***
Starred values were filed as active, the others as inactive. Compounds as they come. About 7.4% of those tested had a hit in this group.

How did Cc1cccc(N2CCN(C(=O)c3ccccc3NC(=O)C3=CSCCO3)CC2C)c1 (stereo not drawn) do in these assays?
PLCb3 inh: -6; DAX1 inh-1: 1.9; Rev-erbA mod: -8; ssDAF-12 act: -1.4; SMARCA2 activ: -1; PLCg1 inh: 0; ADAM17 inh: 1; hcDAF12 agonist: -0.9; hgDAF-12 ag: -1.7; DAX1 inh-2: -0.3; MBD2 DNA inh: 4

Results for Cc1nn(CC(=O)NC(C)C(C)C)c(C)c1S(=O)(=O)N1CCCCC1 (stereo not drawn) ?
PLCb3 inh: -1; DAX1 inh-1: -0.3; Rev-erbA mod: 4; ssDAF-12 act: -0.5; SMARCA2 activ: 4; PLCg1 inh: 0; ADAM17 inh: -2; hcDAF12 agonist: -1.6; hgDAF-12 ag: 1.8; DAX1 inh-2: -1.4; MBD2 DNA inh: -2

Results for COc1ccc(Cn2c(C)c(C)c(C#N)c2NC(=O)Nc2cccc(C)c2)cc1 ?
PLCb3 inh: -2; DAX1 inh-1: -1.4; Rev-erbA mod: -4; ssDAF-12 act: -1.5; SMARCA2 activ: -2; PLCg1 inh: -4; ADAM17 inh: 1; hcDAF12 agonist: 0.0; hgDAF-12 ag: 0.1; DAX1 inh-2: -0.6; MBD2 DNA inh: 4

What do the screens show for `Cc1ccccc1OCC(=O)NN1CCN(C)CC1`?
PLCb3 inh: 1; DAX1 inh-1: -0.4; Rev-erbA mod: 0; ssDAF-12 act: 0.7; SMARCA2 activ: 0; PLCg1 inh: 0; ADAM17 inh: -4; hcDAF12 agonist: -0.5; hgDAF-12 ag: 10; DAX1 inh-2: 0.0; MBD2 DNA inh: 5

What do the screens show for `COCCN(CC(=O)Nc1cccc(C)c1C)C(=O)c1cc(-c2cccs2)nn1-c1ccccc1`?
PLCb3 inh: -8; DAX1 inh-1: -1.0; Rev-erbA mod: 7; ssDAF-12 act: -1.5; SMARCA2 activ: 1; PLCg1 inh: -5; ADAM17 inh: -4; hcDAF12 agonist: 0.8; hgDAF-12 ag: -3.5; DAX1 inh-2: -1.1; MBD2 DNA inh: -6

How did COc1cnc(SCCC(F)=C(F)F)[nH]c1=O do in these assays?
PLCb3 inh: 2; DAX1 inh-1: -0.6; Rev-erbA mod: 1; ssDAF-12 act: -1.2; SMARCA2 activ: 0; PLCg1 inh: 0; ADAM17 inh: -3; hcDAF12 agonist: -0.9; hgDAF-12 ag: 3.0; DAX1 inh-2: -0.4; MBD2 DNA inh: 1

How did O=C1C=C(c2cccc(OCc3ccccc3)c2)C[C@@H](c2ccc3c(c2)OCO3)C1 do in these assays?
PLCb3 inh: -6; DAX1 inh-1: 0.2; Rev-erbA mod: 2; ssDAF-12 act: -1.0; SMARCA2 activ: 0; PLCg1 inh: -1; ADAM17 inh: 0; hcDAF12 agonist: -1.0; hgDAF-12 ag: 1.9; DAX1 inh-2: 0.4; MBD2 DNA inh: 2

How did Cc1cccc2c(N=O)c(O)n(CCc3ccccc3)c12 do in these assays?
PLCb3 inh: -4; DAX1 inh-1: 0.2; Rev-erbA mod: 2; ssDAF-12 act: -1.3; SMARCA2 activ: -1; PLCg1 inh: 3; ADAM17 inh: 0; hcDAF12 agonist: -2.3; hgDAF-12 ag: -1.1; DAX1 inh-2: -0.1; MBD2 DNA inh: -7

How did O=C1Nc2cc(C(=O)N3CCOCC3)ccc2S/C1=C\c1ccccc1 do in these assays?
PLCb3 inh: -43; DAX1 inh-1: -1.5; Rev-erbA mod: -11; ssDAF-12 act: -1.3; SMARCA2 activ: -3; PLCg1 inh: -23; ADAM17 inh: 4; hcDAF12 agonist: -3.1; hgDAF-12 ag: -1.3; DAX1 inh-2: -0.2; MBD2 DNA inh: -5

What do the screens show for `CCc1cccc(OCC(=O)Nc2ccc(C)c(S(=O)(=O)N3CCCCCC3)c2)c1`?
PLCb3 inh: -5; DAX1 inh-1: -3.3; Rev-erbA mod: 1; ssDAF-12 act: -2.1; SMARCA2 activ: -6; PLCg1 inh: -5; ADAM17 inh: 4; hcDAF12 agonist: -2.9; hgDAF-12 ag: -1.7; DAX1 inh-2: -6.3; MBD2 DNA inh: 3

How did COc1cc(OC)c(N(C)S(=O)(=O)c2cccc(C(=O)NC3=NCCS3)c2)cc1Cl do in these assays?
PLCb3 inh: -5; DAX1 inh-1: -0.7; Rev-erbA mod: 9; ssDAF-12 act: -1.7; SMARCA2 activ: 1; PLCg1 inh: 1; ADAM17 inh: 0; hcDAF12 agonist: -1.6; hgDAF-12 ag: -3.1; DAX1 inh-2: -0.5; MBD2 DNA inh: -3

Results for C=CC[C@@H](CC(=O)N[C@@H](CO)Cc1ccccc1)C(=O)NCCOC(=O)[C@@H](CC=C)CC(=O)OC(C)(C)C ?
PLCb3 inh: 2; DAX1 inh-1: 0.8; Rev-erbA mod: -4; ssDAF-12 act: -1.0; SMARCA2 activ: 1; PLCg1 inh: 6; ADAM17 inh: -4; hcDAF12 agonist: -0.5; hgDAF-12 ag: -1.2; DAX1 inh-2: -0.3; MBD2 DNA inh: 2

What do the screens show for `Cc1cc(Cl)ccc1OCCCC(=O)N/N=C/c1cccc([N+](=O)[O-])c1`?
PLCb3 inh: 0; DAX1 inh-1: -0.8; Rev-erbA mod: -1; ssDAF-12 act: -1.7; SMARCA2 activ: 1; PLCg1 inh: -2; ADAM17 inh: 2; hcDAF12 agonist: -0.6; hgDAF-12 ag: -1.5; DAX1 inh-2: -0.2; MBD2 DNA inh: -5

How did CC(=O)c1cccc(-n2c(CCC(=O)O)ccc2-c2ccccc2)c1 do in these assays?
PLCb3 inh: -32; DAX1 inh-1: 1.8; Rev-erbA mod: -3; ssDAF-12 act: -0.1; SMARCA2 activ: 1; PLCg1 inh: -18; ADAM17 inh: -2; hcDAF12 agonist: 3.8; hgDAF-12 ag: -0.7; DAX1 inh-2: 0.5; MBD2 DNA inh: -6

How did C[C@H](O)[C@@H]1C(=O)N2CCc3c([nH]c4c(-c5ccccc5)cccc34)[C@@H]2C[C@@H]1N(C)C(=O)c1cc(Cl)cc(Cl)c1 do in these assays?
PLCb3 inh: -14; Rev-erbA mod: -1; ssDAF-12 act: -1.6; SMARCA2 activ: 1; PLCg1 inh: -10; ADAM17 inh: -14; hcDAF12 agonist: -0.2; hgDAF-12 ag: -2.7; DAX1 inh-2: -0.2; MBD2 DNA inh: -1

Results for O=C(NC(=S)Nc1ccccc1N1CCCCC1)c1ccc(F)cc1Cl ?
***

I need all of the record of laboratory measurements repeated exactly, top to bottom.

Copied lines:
Starred values were filed as active, the others as inactive. Compounds as they come. About 7.4% of those tested had a hit in this group.

How did Cc1cccc(N2CCN(C(=O)c3ccccc3NC(=O)C3=CSCCO3)CC2C)c1 (stereo not drawn) do in these assays?
PLCb3 inh: -6; DAX1 inh-1: 1.9; Rev-erbA mod: -8; ssDAF-12 act: -1.4; SMARCA2 activ: -1; PLCg1 inh: 0; ADAM17 inh: 1; hcDAF12 agonist: -0.9; hgDAF-12 ag: -1.7; DAX1 inh-2: -0.3; MBD2 DNA inh: 4

Results for Cc1nn(CC(=O)NC(C)C(C)C)c(C)c1S(=O)(=O)N1CCCCC1 (stereo not drawn) ?
PLCb3 inh: -1; DAX1 inh-1: -0.3; Rev-erbA mod: 4; ssDAF-12 act: -0.5; SMARCA2 activ: 4; PLCg1 inh: 0; ADAM17 inh: -2; hcDAF12 agonist: -1.6; hgDAF-12 ag: 1.8; DAX1 inh-2: -1.4; MBD2 DNA inh: -2

Results for COc1ccc(Cn2c(C)c(C)c(C#N)c2NC(=O)Nc2cccc(C)c2)cc1 ?
PLCb3 inh: -2; DAX1 inh-1: -1.4; Rev-erbA mod: -4; ssDAF-12 act: -1.5; SMARCA2 activ: -2; PLCg1 inh: -4; ADAM17 inh: 1; hcDAF12 agonist: 0.0; hgDAF-12 ag: 0.1; DAX1 inh-2: -0.6; MBD2 DNA inh: 4

What do the screens show for `Cc1ccccc1OCC(=O)NN1CCN(C)CC1`?
PLCb3 inh: 1; DAX1 inh-1: -0.4; Rev-erbA mod: 0; ssDAF-12 act: 0.7; SMARCA2 activ: 0; PLCg1 inh: 0; ADAM17 inh: -4; hcDAF12 agonist: -0.5; hgDAF-12 ag: 10; DAX1 inh-2: 0.0; MBD2 DNA inh: 5

What do the screens show for `COCCN(CC(=O)Nc1cccc(C)c1C)C(=O)c1cc(-c2cccs2)nn1-c1ccccc1`?
PLCb3 inh: -8; DAX1 inh-1: -1.0; Rev-erbA mod: 7; ssDAF-12 act: -1.5; SMARCA2 activ: 1; PLCg1 inh: -5; ADAM17 inh: -4; hcDAF12 agonist: 0.8; hgDAF-12 ag: -3.5; DAX1 inh-2: -1.1; MBD2 DNA inh: -6

How did COc1cnc(SCCC(F)=C(F)F)[nH]c1=O do in these assays?
PLCb3 inh: 2; DAX1 inh-1: -0.6; Rev-erbA mod: 1; ssDAF-12 act: -1.2; SMARCA2 activ: 0; PLCg1 inh: 0; ADAM17 inh: -3; hcDAF12 agonist: -0.9; hgDAF-12 ag: 3.0; DAX1 inh-2: -0.4; MBD2 DNA inh: 1

How did O=C1C=C(c2cccc(OCc3ccccc3)c2)C[C@@H](c2ccc3c(c2)OCO3)C1 do in these assays?
PLCb3 inh: -6; DAX1 inh-1: 0.2; Rev-erbA mod: 2; ssDAF-12 act: -1.0; SMARCA2 activ: 0; PLCg1 inh: -1; ADAM17 inh: 0; hcDAF12 agonist: -1.0; hgDAF-12 ag: 1.9; DAX1 inh-2: 0.4; MBD2 DNA inh: 2

How did Cc1cccc2c(N=O)c(O)n(CCc3ccccc3)c12 do in these assays?
PLCb3 inh: -4; DAX1 inh-1: 0.2; Rev-erbA mod: 2; ssDAF-12 act: -1.3; SMARCA2 activ: -1; PLCg1 inh: 3; ADAM17 inh: 0; hcDAF12 agonist: -2.3; hgDAF-12 ag: -1.1; DAX1 inh-2: -0.1; MBD2 DNA inh: -7

How did O=C1Nc2cc(C(=O)N3CCOCC3)ccc2S/C1=C\c1ccccc1 do in these assays?
PLCb3 inh: -43; DAX1 inh-1: -1.5; Rev-erbA mod: -11; ssDAF-12 act: -1.3; SMARCA2 activ: -3; PLCg1 inh: -23; ADAM17 inh: 4; hcDAF12 agonist: -3.1; hgDAF-12 ag: -1.3; DAX1 inh-2: -0.2; MBD2 DNA inh: -5

What do the screens show for `CCc1cccc(OCC(=O)Nc2ccc(C)c(S(=O)(=O)N3CCCCCC3)c2)c1`?
PLCb3 inh: -5; DAX1 inh-1: -3.3; Rev-erbA mod: 1; ssDAF-12 act: -2.1; SMARCA2 activ: -6; PLCg1 inh: -5; ADAM17 inh: 4; hcDAF12 agonist: -2.9; hgDAF-12 ag: -1.7; DAX1 inh-2: -6.3; MBD2 DNA inh: 3

How did COc1cc(OC)c(N(C)S(=O)(=O)c2cccc(C(=O)NC3=NCCS3)c2)cc1Cl do in these assays?
PLCb3 inh: -5; DAX1 inh-1: -0.7; Rev-erbA mod: 9; ssDAF-12 act: -1.7; SMARCA2 activ: 1; PLCg1 inh: 1; ADAM17 inh: 0; hcDAF12 agonist: -1.6; hgDAF-12 ag: -3.1; DAX1 inh-2: -0.5; MBD2 DNA inh: -3

Results for C=CC[C@@H](CC(=O)N[C@@H](CO)Cc1ccccc1)C(=O)NCCOC(=O)[C@@H](CC=C)CC(=O)OC(C)(C)C ?
PLCb3 inh: 2; DAX1 inh-1: 0.8; Rev-erbA mod: -4; ssDAF-12 act: -1.0; SMARCA2 activ: 1; PLCg1 inh: 6; ADAM17 inh: -4; hcDAF12 agonist: -0.5; hgDAF-12 ag: -1.2; DAX1 inh-2: -0.3; MBD2 DNA inh: 2

What do the screens show for `Cc1cc(Cl)ccc1OCCCC(=O)N/N=C/c1cccc([N+](=O)[O-])c1`?
PLCb3 inh: 0; DAX1 inh-1: -0.8; Rev-erbA mod: -1; ssDAF-12 act: -1.7; SMARCA2 activ: 1; PLCg1 inh: -2; ADAM17 inh: 2; hcDAF12 agonist: -0.6; hgDAF-12 ag: -1.5; DAX1 inh-2: -0.2; MBD2 DNA inh: -5

How did CC(=O)c1cccc(-n2c(CCC(=O)O)ccc2-c2ccccc2)c1 do in these assays?
PLCb3 inh: -32; DAX1 inh-1: 1.8; Rev-erbA mod: -3; ssDAF-12 act: -0.1; SMARCA2 activ: 1; PLCg1 inh: -18; ADAM17 inh: -2; hcDAF12 agonist: 3.8; hgDAF-12 ag: -0.7; DAX1 inh-2: 0.5; MBD2 DNA inh: -6

How did C[C@H](O)[C@@H]1C(=O)N2CCc3c([nH]c4c(-c5ccccc5)cccc34)[C@@H]2C[C@@H]1N(C)C(=O)c1cc(Cl)cc(Cl)c1 do in these assays?
PLCb3 inh: -14; Rev-erbA mod: -1; ssDAF-12 act: -1.6; SMARCA2 activ: 1; PLCg1 inh: -10; ADAM17 inh: -14; hcDAF12 agonist: -0.2; hgDAF-12 ag: -2.7; DAX1 inh-2: -0.2; MBD2 DNA inh: -1

Results for O=C(NC(=S)Nc1ccccc1N1CCCCC1)c1ccc(F)cc1Cl ?